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Meskel - Ethiopian Christian

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Time: 
Wed, 27/09/2017 - 00:15 - 23:45
Location: 
EVERYWHERE.

 27th September 

Meskel - Ethiopian Christian 

Ethiopian and Eritrean Orthodox Christian commemoration of the discovery of the True Cross by Queen Eleni (St.  Helenea) in the 4th century a.d. 

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The Meskel celebration includes the burning of a large bonfire, or Demera, based on the belief that Queen Eleni had a revelation in a dream.  She was told that she shall make a bonfire and that the smoke would show her where the true cross was buried.  So she ordered the people of Jerusalem to bring wood and make a huge pile.  After adding frankincense to it the bonfire was lit and the smoke rose high up to the sky and returned to the ground, exactly to the spot where the Cross had been buried. 

According to local traditions, this Demera-procession takes place in the early evening the day before Meskel or on the day itself.  The firewood is decorated with daisies prior to the celebration.  Charcoal from the remains of the fire is afterwards collected and used by the faithful to mark their foreheads with the shape of a cross (compare Ash Wednesday).  Edward Ullendorff records a number of beliefs of the meaning of Demera, with some believing that it “marks the ultimate act in the cancellation of sins, while others hold that the direction of the smoke and the final collapse of the heap indicate the course of future events – just as the cloud of smoke the Lord over the Tabernacle offered guidance to the children of Israel (Exod.  40:34-38).” 

One explanation for the high rank this festival has in the church calendar is that it is believed that a part of the true Cross has been brought to Ethiopia from Egypt.  It is said to be kept at Amba Geshen, which itself has a cross shape. 

According to the Ethiopian Orthodox Church, the discovery of the True Cross is traditionally believed to have been in March, but Meskel was moved to September to avoid holding a festival during Lent, and because the church commemorating the True Cross in Jerusalem was dedicated during September.  Ullendorff speculates that Meskel replaced an older festival, with pagan and Hebraic associations, which he believes received its Christian sanction around the reign of Emperor Amda Seyon in the fourteenth century.  “The most ancient meaning of these feasts – as was also the case in Israel – was no doubt seasonal: the month of Maskaram marked the end of the rains, the resumption of work, and the reopening of communicationsEthiopian and Eritrean Orthodox Christian commemoration of the discovery of the True Cross by Queen Eleni (St.  Helenea) in the 4th century a.d.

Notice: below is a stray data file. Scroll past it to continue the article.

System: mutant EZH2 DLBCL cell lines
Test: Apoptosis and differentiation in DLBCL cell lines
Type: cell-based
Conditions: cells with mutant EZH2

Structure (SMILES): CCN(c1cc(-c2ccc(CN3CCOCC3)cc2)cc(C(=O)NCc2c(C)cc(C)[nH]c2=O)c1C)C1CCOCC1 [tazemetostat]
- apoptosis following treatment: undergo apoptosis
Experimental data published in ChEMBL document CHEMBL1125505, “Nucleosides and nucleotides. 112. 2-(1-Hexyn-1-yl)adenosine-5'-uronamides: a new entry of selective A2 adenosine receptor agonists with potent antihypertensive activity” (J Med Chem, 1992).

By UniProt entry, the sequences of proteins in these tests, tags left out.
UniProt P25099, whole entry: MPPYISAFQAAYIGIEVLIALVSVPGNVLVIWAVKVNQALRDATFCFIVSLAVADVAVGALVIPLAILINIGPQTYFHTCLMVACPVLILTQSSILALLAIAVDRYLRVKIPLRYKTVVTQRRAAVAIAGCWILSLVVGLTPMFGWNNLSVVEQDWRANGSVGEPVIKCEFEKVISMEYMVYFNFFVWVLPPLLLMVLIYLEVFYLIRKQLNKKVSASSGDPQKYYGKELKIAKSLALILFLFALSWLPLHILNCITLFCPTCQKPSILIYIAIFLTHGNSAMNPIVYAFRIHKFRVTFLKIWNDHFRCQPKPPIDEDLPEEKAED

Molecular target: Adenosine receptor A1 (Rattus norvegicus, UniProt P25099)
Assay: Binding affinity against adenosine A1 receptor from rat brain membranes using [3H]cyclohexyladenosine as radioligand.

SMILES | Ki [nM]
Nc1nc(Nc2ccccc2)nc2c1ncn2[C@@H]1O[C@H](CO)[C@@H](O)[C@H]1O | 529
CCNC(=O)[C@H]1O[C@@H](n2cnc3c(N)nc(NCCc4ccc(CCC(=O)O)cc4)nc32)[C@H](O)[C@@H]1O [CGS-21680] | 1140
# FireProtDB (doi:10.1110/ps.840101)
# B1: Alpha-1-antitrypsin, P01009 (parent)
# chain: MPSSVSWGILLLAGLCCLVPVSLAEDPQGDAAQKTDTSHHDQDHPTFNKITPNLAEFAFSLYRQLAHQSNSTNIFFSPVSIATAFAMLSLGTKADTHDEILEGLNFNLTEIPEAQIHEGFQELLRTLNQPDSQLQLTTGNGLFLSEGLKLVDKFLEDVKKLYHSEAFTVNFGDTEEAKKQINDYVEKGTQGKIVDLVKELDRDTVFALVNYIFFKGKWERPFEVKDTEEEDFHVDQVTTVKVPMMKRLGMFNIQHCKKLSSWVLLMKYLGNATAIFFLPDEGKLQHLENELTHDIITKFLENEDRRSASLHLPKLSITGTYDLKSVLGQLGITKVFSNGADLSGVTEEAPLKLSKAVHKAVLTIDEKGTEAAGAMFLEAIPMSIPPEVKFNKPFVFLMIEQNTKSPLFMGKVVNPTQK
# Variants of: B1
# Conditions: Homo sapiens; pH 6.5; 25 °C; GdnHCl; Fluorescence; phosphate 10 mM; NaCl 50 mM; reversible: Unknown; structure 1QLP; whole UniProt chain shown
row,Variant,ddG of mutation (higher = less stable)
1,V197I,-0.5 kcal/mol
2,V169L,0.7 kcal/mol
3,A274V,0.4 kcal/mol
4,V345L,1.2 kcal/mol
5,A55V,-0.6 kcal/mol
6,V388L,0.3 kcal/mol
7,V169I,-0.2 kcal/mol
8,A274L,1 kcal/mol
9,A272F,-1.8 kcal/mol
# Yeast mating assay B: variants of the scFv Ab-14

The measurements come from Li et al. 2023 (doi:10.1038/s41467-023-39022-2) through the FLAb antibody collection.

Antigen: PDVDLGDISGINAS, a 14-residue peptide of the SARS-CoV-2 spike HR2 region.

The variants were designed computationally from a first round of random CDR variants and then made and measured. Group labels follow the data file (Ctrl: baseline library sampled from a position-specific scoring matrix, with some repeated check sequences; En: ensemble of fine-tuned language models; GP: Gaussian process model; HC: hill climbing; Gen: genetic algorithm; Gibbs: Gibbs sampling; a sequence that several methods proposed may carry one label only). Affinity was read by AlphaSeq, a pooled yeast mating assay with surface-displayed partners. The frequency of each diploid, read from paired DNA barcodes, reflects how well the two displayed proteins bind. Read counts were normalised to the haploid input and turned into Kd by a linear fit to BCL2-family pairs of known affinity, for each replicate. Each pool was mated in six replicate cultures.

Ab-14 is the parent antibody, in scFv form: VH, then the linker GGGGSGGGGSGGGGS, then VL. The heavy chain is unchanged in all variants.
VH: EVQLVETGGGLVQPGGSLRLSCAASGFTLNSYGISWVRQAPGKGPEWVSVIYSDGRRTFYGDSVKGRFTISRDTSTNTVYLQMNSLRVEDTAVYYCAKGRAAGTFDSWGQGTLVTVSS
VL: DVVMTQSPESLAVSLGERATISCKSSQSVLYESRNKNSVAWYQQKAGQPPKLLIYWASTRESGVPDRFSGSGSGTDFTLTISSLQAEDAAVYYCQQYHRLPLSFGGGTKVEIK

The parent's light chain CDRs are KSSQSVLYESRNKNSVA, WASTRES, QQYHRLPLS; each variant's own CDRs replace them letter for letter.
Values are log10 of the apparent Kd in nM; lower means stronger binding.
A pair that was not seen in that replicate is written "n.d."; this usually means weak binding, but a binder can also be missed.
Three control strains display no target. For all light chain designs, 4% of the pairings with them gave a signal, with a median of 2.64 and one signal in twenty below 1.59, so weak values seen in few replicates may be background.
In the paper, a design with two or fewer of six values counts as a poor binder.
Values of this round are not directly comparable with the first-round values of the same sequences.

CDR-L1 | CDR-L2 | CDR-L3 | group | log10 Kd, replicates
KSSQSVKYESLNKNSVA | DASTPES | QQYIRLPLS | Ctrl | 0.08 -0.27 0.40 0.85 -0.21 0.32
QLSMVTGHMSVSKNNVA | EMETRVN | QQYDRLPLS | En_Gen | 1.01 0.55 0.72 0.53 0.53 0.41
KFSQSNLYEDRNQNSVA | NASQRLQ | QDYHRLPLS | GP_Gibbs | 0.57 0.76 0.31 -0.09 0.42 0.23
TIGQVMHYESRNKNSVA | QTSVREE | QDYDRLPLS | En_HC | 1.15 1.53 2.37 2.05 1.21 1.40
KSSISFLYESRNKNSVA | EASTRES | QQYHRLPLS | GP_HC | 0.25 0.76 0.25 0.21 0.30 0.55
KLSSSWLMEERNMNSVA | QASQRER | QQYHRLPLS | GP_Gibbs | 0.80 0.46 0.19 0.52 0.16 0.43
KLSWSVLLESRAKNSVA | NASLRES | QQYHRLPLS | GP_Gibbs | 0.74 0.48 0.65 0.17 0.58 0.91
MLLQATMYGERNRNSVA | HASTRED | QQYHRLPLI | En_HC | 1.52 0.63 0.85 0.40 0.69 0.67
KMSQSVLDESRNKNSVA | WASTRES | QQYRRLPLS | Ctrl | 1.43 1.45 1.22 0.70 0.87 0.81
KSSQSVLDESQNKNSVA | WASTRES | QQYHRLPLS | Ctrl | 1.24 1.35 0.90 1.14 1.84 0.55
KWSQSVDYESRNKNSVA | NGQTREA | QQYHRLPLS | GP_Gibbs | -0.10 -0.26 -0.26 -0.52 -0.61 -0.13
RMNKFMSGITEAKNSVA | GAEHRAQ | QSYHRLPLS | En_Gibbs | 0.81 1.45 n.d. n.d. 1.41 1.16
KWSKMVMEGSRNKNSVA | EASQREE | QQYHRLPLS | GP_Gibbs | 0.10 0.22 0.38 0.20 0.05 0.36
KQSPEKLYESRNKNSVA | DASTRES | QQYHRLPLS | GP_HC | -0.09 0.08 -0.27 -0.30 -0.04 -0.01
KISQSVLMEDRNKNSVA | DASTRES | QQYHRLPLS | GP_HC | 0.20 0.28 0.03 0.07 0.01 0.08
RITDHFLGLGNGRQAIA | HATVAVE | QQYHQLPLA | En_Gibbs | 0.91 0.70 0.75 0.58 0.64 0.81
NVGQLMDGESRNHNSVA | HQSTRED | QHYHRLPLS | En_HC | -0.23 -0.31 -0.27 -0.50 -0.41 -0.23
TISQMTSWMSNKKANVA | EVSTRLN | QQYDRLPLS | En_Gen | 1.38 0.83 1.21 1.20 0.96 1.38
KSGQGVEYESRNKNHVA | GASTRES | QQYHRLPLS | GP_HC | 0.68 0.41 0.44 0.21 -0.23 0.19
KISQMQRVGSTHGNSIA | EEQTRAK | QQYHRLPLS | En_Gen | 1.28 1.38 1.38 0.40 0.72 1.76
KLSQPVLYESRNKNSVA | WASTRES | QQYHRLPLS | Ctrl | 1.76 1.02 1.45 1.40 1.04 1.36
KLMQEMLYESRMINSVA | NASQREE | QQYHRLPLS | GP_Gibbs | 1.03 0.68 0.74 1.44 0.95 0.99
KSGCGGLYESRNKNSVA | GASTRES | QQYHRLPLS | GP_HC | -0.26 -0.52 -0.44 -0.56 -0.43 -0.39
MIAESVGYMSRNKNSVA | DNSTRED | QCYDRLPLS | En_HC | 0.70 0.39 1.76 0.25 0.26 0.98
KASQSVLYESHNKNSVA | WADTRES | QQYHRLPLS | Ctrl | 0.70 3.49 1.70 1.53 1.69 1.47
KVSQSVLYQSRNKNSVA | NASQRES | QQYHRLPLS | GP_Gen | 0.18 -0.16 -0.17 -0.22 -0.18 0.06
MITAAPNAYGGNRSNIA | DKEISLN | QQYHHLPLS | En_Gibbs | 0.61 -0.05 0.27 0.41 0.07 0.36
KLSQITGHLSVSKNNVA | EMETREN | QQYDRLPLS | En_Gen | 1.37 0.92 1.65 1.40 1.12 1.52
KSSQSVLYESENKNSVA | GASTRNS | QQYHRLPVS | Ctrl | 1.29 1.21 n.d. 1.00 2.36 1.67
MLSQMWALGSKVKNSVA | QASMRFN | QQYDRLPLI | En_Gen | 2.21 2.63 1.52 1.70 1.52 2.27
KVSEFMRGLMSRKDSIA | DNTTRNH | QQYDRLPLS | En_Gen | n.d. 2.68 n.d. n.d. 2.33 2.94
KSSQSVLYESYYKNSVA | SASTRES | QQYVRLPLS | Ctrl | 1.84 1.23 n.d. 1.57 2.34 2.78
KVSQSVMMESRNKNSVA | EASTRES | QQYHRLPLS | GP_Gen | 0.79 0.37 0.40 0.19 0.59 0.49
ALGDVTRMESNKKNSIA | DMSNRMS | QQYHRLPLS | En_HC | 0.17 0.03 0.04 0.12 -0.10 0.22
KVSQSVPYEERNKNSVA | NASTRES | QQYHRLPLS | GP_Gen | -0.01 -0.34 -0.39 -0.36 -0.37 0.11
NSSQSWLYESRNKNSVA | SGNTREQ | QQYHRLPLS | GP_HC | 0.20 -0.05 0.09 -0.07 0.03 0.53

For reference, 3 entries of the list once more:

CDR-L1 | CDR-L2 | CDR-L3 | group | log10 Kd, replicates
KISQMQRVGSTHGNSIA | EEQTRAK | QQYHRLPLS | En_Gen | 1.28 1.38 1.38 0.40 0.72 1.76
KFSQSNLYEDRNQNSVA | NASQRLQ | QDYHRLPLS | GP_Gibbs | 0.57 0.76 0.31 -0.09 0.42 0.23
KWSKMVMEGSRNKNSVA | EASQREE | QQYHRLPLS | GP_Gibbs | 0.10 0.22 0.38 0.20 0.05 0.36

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The Meskel celebration includes the burning of a large bonfire, or Demera, based on the belief that Queen Eleni had a revelation in a dream.  She was told that she shall make a bonfire and that the smoke would show her where the true cross was buried.  So she ordered the people of Jerusalem to bring wood and make a huge pile.  After adding frankincense to it the bonfire was lit and the smoke rose high up to the sky and returned to the ground, exactly to the spot where the Cross had been buried. 

 

Demera engulfed in flames, 2013. 

According to local traditions, this Demera-procession takes place in the early evening the day before Meskel or on the day itself.  The firewood is decorated with daisies prior to the celebration.  Charcoal from the remains of the fire is afterwards collected and used by the faithful to mark their foreheads with the shape of a cross (compare Ash Wednesday).  Edward Ullendorff records a number of beliefs of the meaning of Demera, with some believing that it “marks the ultimate act in the cancellation of sins, while others hold that the direction of the smoke and the final collapse of the heap indicate the course of future events – just as the cloud of smoke the Lord over the Tabernacle offered guidance to the children of Israel (Exod.  40:34-38).” 

One explanation for the high rank this festival has in the church calendar is that it is believed that a part of the true Cross has been brought to Ethiopia from Egypt.  It is said to be kept at Amba Geshen, which itself has a cross shape. 

According to the Ethiopian Orthodox Church, the discovery of the True Cross is traditionally believed to have been in March, but Meskel was moved to September to avoid holding a festival during Lent, and because the church commemorating the True Cross in Jerusalem was dedicated during September.  Ullendorff speculates that Meskel replaced an older festival, with pagan and Hebraic associations, which he believes received its Christian sanction around the reign of Emperor Amda Seyon in the fourteenth century.  “The most ancient meaning of these feasts – as was also the case in Israel – was no doubt seasonal: the month of Maskaram marked the end of the rains, the resumption of work, and the reopening of communications  

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